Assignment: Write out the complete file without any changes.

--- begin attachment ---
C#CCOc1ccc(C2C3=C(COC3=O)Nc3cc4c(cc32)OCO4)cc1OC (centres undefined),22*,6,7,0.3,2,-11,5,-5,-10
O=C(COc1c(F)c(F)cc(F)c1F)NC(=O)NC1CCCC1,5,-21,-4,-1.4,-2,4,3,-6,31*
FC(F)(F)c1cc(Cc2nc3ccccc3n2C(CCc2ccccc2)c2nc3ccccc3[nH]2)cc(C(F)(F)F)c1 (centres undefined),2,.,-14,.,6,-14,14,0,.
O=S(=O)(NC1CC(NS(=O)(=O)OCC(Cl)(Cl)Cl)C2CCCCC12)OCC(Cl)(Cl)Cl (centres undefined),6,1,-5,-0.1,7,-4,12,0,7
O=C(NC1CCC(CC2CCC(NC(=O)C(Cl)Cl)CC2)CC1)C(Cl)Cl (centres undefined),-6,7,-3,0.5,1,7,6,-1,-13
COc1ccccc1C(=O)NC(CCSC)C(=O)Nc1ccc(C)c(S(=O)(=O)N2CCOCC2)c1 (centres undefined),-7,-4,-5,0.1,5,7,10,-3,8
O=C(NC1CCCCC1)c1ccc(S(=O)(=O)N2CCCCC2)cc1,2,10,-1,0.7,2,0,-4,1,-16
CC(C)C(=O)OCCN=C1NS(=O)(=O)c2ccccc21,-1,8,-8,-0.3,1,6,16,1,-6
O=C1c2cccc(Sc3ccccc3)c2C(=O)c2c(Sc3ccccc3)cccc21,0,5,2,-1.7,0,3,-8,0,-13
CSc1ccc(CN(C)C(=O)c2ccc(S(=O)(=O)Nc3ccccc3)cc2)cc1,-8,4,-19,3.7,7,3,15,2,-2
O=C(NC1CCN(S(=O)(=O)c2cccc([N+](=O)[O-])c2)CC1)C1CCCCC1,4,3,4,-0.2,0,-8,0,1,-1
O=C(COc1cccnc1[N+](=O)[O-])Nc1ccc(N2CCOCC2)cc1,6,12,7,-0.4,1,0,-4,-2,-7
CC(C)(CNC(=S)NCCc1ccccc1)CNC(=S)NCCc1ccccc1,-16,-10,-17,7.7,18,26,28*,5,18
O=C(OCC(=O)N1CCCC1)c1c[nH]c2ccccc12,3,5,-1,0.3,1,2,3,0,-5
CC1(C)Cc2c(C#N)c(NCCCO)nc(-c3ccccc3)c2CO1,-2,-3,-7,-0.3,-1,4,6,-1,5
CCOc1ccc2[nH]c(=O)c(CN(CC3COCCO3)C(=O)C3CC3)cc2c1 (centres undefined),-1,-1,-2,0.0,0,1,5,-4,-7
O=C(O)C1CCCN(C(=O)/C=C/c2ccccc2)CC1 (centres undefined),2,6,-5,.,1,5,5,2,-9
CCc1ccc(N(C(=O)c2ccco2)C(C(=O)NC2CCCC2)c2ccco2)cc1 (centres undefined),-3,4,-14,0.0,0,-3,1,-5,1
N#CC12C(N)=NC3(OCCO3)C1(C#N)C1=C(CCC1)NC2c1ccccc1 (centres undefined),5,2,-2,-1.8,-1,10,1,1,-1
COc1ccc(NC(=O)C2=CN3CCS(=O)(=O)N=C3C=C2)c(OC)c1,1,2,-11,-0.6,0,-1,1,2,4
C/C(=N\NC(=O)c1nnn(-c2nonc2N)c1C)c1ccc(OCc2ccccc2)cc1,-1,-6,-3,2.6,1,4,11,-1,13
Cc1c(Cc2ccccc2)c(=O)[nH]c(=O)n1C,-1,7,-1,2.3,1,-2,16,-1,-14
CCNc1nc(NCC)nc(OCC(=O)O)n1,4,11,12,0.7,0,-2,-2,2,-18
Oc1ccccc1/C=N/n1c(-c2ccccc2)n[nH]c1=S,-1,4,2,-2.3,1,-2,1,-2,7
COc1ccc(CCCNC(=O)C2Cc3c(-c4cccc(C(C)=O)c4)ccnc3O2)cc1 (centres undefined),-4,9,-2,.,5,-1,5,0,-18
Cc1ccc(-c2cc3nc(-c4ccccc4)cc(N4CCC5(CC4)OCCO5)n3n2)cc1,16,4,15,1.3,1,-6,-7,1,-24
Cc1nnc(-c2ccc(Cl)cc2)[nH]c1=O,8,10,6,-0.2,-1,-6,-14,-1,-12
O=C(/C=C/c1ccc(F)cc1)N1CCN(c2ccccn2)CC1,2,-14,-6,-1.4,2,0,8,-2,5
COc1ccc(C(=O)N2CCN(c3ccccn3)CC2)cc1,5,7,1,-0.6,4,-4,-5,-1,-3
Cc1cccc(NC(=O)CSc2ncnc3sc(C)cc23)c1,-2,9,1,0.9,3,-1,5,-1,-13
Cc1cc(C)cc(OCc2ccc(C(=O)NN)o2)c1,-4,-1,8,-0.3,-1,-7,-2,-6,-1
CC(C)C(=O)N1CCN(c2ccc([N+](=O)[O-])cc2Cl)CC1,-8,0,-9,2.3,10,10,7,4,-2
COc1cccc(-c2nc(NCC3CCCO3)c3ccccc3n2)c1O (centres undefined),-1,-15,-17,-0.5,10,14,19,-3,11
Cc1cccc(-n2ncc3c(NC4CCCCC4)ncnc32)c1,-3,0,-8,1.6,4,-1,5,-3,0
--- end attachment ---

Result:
C#CCOc1ccc(C2C3=C(COC3=O)Nc3cc4c(cc32)OCO4)cc1OC (centres undefined),22*,6,7,0.3,2,-11,5,-5,-10
O=C(COc1c(F)c(F)cc(F)c1F)NC(=O)NC1CCCC1,5,-21,-4,-1.4,-2,4,3,-6,31*
FC(F)(F)c1cc(Cc2nc3ccccc3n2C(CCc2ccccc2)c2nc3ccccc3[nH]2)cc(C(F)(F)F)c1 (centres undefined),2,.,-14,.,6,-14,14,0,.
O=S(=O)(NC1CC(NS(=O)(=O)OCC(Cl)(Cl)Cl)C2CCCCC12)OCC(Cl)(Cl)Cl (centres undefined),6,1,-5,-0.1,7,-4,12,0,7
O=C(NC1CCC(CC2CCC(NC(=O)C(Cl)Cl)CC2)CC1)C(Cl)Cl (centres undefined),-6,7,-3,0.5,1,7,6,-1,-13
COc1ccccc1C(=O)NC(CCSC)C(=O)Nc1ccc(C)c(S(=O)(=O)N2CCOCC2)c1 (centres undefined),-7,-4,-5,0.1,5,7,10,-3,8
O=C(NC1CCCCC1)c1ccc(S(=O)(=O)N2CCCCC2)cc1,2,10,-1,0.7,2,0,-4,1,-16
CC(C)C(=O)OCCN=C1NS(=O)(=O)c2ccccc21,-1,8,-8,-0.3,1,6,16,1,-6
O=C1c2cccc(Sc3ccccc3)c2C(=O)c2c(Sc3ccccc3)cccc21,0,5,2,-1.7,0,3,-8,0,-13
CSc1ccc(CN(C)C(=O)c2ccc(S(=O)(=O)Nc3ccccc3)cc2)cc1,-8,4,-19,3.7,7,3,15,2,-2
O=C(NC1CCN(S(=O)(=O)c2cccc([N+](=O)[O-])c2)CC1)C1CCCCC1,4,3,4,-0.2,0,-8,0,1,-1
O=C(COc1cccnc1[N+](=O)[O-])Nc1ccc(N2CCOCC2)cc1,6,12,7,-0.4,1,0,-4,-2,-7
CC(C)(CNC(=S)NCCc1ccccc1)CNC(=S)NCCc1ccccc1,-16,-10,-17,7.7,18,26,28*,5,18
O=C(OCC(=O)N1CCCC1)c1c[nH]c2ccccc12,3,5,-1,0.3,1,2,3,0,-5
CC1(C)Cc2c(C#N)c(NCCCO)nc(-c3ccccc3)c2CO1,-2,-3,-7,-0.3,-1,4,6,-1,5
CCOc1ccc2[nH]c(=O)c(CN(CC3COCCO3)C(=O)C3CC3)cc2c1 (centres undefined),-1,-1,-2,0.0,0,1,5,-4,-7
O=C(O)C1CCCN(C(=O)/C=C/c2ccccc2)CC1 (centres undefined),2,6,-5,.,1,5,5,2,-9
CCc1ccc(N(C(=O)c2ccco2)C(C(=O)NC2CCCC2)c2ccco2)cc1 (centres undefined),-3,4,-14,0.0,0,-3,1,-5,1
N#CC12C(N)=NC3(OCCO3)C1(C#N)C1=C(CCC1)NC2c1ccccc1 (centres undefined),5,2,-2,-1.8,-1,10,1,1,-1
COc1ccc(NC(=O)C2=CN3CCS(=O)(=O)N=C3C=C2)c(OC)c1,1,2,-11,-0.6,0,-1,1,2,4
C/C(=N\NC(=O)c1nnn(-c2nonc2N)c1C)c1ccc(OCc2ccccc2)cc1,-1,-6,-3,2.6,1,4,11,-1,13
Cc1c(Cc2ccccc2)c(=O)[nH]c(=O)n1C,-1,7,-1,2.3,1,-2,16,-1,-14
CCNc1nc(NCC)nc(OCC(=O)O)n1,4,11,12,0.7,0,-2,-2,2,-18
Oc1ccccc1/C=N/n1c(-c2ccccc2)n[nH]c1=S,-1,4,2,-2.3,1,-2,1,-2,7
COc1ccc(CCCNC(=O)C2Cc3c(-c4cccc(C(C)=O)c4)ccnc3O2)cc1 (centres undefined),-4,9,-2,.,5,-1,5,0,-18
Cc1ccc(-c2cc3nc(-c4ccccc4)cc(N4CCC5(CC4)OCCO5)n3n2)cc1,16,4,15,1.3,1,-6,-7,1,-24
Cc1nnc(-c2ccc(Cl)cc2)[nH]c1=O,8,10,6,-0.2,-1,-6,-14,-1,-12
O=C(/C=C/c1ccc(F)cc1)N1CCN(c2ccccn2)CC1,2,-14,-6,-1.4,2,0,8,-2,5
COc1ccc(C(=O)N2CCN(c3ccccn3)CC2)cc1,5,7,1,-0.6,4,-4,-5,-1,-3
Cc1cccc(NC(=O)CSc2ncnc3sc(C)cc23)c1,-2,9,1,0.9,3,-1,5,-1,-13
Cc1cc(C)cc(OCc2ccc(C(=O)NN)o2)c1,-4,-1,8,-0.3,-1,-7,-2,-6,-1
CC(C)C(=O)N1CCN(c2ccc([N+](=O)[O-])cc2Cl)CC1,-8,0,-9,2.3,10,10,7,4,-2
COc1cccc(-c2nc(NCC3CCCO3)c3ccccc3n2)c1O (centres undefined),-1,-15,-17,-0.5,10,14,19,-3,11
Cc1cccc(-n2ncc3c(NC4CCCCC4)ncnc32)c1,-3,0,-8,1.6,4,-1,5,-3,0